Rockstar Book Review: “Deep Work”

Deep Work book

This is part of our Rockstar Book Review series.
Be sure to check out all previous books we’ve covered!

“Deep Work: Rules for Focused Success in a Distracted World” by Cal Newport

rockstar rating 5 stars
Who it’s for: Those of us who feel increasingly fragmented in our focus and attention, and/or who want to produce better and more meaningful work.

Readability: MEDIUM. Cal’s writing is refreshingly non-academic, despite the fact that he works at Georgetown University. The book is a hefty 263 pages but it’s well organized, which makes the author’s thought process and resulting recommendations easy to understand and put into practice.

What I liked about it: Wow. What did I not like about it! It’s a great book and one that is so necessary in this day and age of tech everything. Cal invites us to challenge every distraction in our lives (technology tools, outside demands, entertainment, social media, inconsequential “busyness”). He’s given me a great deal to think about and his insights and suggestions have had a material impact on both my productivity and the quality of what I produce. He convincingly proves that less (time working) is more (productive) and that more (focus) is less (effort overall).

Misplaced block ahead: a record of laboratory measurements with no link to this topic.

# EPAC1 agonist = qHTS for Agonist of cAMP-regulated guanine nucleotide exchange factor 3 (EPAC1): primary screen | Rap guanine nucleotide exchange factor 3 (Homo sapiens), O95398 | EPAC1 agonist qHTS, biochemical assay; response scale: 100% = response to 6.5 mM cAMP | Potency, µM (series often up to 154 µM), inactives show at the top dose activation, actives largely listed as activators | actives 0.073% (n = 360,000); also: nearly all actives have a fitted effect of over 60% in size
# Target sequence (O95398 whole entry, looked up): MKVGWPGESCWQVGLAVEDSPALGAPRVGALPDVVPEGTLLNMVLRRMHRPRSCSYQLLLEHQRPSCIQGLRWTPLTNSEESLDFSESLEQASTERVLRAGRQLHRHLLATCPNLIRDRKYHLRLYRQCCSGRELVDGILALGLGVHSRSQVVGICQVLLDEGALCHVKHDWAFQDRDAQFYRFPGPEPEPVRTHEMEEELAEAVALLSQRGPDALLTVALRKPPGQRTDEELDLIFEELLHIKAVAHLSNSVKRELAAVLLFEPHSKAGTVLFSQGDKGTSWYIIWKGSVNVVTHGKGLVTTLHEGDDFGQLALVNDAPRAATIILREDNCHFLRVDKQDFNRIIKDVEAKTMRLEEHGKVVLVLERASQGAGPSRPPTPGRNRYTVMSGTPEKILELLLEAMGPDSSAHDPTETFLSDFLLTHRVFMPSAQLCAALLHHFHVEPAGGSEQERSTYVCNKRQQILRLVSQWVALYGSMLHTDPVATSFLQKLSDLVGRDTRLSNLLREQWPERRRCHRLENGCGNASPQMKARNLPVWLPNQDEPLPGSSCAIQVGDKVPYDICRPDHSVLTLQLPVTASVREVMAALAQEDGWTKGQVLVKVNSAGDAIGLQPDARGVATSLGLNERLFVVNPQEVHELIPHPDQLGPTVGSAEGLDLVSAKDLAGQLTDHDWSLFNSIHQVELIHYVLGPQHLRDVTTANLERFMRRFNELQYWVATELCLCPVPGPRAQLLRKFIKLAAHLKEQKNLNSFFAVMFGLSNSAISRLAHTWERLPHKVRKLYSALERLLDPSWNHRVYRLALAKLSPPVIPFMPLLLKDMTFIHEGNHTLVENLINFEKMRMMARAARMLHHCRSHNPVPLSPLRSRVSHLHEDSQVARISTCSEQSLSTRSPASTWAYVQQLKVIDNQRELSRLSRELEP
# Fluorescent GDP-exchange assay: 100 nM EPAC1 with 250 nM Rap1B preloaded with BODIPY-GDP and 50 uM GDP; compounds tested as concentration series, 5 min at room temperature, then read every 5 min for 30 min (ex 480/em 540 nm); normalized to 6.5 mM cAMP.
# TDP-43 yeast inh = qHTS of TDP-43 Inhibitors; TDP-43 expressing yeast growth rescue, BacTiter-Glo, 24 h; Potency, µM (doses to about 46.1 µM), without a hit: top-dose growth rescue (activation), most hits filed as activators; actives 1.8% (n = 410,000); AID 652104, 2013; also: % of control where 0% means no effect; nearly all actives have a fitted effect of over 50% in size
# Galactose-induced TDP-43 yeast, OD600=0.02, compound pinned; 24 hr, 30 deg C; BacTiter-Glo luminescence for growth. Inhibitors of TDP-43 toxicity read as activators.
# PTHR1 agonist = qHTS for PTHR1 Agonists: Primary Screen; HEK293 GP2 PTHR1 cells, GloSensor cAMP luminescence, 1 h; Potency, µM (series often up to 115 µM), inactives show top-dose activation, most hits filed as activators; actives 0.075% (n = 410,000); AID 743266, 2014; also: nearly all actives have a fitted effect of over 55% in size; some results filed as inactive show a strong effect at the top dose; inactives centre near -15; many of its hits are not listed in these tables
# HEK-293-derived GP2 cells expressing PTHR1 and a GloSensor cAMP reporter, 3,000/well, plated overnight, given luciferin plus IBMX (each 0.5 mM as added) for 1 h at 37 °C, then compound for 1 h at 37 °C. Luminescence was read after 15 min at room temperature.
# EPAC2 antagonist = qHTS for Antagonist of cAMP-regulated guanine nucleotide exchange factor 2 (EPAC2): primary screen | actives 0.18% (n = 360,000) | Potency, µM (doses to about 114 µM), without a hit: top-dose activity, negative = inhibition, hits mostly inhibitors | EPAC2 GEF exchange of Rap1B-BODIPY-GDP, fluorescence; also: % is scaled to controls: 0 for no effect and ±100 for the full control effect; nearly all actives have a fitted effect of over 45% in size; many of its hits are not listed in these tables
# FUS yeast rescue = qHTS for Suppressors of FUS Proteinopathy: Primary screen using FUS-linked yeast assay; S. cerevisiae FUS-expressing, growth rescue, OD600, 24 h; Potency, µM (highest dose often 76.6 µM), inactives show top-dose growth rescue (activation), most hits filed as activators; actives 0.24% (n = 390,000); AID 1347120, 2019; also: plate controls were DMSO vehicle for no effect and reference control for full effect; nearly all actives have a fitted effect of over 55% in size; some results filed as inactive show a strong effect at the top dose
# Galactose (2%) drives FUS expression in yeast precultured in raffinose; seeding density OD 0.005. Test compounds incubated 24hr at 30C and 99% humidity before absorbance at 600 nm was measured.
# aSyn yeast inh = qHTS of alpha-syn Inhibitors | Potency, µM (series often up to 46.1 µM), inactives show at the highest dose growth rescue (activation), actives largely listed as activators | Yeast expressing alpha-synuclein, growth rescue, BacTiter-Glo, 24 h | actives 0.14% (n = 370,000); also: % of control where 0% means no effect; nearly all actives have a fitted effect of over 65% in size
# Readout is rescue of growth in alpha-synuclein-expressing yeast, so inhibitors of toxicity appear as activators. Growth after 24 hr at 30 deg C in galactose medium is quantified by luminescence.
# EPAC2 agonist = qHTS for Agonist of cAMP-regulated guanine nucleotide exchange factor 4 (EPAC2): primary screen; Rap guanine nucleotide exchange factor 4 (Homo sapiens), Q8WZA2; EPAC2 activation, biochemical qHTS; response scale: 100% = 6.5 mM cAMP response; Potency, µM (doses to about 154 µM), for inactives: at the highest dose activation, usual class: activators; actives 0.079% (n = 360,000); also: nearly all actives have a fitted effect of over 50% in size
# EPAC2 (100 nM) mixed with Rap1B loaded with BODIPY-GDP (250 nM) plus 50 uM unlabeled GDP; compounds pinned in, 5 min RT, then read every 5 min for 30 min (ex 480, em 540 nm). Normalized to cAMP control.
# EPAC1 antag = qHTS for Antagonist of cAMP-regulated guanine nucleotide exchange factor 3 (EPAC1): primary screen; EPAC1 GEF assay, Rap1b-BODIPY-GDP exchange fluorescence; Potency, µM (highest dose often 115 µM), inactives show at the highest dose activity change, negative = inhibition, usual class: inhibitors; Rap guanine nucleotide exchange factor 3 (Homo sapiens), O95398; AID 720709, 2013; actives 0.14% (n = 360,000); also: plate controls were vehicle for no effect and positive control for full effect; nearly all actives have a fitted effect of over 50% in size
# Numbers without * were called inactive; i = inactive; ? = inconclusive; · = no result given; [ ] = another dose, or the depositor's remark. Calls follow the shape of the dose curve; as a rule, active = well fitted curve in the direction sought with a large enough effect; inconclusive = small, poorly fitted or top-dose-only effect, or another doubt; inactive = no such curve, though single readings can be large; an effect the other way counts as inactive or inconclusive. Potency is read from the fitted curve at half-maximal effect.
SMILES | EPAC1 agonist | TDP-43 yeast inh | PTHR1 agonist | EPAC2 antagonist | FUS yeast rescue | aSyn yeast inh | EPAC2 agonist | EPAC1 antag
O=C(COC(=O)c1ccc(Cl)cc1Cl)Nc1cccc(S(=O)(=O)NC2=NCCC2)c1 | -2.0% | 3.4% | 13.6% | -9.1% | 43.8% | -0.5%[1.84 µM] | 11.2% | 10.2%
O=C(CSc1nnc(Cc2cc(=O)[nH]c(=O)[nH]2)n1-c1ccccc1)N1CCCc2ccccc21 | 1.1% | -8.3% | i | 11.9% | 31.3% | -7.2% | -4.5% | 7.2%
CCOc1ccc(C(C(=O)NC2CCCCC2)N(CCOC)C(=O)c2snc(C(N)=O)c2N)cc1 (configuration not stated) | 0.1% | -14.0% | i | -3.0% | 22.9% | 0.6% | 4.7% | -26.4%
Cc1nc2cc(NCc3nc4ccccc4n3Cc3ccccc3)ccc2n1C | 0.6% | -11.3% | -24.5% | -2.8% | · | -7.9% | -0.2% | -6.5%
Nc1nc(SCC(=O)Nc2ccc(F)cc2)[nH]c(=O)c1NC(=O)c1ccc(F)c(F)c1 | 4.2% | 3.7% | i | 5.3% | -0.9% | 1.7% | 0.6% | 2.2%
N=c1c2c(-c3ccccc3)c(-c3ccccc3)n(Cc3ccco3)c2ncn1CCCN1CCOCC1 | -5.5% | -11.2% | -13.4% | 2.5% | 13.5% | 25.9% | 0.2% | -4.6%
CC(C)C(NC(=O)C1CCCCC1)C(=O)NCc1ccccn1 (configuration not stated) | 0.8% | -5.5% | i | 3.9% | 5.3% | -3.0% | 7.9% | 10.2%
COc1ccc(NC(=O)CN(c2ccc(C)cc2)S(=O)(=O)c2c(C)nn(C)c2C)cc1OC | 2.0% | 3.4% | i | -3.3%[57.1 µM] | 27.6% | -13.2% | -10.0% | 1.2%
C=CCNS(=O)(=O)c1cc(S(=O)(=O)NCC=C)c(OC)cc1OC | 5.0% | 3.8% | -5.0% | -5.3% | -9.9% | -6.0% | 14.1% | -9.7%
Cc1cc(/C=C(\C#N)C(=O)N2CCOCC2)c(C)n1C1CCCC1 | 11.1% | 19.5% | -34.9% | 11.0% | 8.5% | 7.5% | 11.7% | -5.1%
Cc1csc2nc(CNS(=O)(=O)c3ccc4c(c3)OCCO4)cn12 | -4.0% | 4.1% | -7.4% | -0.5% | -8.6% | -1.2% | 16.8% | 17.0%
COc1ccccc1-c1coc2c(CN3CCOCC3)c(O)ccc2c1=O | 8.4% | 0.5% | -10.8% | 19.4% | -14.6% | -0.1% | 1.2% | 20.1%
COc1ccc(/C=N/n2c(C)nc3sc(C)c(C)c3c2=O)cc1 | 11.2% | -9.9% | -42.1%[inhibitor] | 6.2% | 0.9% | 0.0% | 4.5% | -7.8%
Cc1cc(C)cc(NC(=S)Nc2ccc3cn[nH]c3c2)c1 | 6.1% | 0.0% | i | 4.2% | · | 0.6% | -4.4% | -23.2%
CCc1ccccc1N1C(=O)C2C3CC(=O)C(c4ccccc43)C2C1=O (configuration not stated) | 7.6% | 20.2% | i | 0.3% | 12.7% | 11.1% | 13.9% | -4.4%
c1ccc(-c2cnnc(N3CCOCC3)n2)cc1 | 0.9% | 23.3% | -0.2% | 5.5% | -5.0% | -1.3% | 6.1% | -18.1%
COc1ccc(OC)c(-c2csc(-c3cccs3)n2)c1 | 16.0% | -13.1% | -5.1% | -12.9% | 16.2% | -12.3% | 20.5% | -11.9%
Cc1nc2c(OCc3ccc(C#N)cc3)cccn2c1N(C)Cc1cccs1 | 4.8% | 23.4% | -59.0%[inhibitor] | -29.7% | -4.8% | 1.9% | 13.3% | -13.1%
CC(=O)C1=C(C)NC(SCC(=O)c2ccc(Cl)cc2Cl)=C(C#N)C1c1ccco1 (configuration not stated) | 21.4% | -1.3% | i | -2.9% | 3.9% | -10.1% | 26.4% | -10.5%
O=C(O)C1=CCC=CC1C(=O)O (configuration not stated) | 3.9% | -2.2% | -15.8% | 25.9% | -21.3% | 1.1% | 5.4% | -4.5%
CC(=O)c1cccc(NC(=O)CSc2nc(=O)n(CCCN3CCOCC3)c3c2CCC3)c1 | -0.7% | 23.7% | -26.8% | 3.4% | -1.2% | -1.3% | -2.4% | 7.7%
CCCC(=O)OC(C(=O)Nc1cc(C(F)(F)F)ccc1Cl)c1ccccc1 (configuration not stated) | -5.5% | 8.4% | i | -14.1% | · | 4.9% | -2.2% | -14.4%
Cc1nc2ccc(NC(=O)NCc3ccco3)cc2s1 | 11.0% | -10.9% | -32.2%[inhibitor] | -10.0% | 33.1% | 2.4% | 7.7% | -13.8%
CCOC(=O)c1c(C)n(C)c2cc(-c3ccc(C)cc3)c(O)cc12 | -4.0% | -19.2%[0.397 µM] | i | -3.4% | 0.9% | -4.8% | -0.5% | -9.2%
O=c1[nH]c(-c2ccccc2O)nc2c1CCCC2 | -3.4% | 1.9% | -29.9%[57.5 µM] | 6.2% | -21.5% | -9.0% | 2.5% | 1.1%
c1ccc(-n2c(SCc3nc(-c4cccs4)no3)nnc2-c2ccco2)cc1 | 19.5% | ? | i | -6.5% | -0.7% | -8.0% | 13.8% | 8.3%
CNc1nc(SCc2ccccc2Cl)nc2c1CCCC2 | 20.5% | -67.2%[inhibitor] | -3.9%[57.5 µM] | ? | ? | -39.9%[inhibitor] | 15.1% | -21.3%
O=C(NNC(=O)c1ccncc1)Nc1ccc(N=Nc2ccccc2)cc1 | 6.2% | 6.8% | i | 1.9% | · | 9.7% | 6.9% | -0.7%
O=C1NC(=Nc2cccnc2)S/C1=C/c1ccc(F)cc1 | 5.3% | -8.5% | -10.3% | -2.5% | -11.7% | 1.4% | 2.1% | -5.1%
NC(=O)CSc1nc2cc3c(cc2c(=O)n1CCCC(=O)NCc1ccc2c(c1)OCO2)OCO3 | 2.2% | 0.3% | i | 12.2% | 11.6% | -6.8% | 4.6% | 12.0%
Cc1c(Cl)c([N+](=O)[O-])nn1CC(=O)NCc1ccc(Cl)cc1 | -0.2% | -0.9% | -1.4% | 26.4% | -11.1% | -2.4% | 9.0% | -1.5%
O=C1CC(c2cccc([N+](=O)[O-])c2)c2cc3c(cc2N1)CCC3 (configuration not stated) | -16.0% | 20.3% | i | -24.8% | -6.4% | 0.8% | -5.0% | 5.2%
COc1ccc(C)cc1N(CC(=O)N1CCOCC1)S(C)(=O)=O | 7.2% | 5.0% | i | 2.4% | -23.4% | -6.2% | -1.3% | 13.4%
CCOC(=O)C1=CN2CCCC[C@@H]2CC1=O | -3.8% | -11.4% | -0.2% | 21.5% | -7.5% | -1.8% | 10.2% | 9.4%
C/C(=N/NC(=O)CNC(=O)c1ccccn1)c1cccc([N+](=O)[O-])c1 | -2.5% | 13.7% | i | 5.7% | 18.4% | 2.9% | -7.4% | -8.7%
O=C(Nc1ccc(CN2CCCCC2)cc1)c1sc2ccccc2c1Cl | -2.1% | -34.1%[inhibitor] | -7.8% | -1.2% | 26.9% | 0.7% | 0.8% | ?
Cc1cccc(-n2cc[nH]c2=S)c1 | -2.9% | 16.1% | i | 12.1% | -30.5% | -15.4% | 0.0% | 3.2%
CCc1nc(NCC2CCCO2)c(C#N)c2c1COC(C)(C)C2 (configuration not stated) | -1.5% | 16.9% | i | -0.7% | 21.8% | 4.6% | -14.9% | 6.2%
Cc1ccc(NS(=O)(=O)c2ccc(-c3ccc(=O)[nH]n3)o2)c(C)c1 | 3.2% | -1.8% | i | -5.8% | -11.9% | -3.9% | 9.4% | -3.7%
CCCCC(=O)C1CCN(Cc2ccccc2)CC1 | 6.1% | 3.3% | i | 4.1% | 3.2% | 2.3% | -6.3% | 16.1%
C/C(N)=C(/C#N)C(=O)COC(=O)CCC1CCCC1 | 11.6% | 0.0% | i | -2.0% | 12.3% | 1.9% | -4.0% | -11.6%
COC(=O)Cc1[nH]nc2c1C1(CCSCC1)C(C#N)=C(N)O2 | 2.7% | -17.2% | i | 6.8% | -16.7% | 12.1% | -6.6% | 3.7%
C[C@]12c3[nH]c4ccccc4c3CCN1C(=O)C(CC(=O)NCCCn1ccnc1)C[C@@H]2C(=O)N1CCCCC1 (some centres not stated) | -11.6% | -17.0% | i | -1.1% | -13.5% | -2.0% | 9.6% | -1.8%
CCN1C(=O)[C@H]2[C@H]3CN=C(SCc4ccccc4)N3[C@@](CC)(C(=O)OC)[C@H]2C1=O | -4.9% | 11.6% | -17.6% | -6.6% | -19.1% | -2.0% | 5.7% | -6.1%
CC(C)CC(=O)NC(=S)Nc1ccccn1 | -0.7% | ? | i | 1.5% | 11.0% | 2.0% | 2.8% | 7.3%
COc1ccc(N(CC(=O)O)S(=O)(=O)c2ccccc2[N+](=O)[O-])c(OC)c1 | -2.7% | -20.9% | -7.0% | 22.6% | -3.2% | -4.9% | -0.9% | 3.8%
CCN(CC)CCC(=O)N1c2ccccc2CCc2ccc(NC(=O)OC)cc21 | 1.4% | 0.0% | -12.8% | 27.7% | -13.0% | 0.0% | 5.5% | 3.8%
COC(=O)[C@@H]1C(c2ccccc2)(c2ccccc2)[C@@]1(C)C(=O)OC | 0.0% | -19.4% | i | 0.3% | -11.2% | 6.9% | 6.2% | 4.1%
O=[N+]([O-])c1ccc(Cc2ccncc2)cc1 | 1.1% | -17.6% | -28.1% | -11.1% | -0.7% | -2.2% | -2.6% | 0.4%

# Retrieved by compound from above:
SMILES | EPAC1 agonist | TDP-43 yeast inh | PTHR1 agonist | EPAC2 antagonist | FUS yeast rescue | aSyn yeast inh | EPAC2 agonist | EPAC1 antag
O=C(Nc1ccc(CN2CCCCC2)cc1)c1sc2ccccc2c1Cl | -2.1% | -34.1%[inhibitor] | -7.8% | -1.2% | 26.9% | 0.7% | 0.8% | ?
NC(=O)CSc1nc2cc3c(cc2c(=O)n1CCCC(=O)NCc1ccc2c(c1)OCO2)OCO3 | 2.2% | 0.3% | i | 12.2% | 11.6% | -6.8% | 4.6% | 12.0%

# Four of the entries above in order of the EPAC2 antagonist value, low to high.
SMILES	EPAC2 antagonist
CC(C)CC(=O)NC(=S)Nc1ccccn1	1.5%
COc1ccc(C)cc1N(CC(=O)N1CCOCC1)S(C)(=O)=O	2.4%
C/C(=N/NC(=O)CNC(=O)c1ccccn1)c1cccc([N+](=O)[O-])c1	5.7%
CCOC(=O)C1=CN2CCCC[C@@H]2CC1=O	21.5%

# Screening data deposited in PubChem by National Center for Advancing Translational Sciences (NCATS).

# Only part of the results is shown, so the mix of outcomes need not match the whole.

What I didn’t like about it: I loved it all! This book was a delightful surprise as the last book of Cal’s I read “So Good They Can’t Ignore You” left me cold.  In “Deep Work”, Cal quotes so many books I consider to be top references and must reads in their own right (see suggested readings at the end of this review) that I’ve been recommending this book as a “gateway drug” of sorts.

Where to find it:

Amazon @ $16.80 || Free @ the library 🙂

“Deep Work” is the Gateway Drug of Productivity Books

Author Cal Newport uses top insights from highly-respected sources to drive home the point that deep concentration is going the way of the dodo bird in a society increasingly focused on immediacy, and that harnessing and developing this ability further leads to both a personal competitive advantage and a happier life.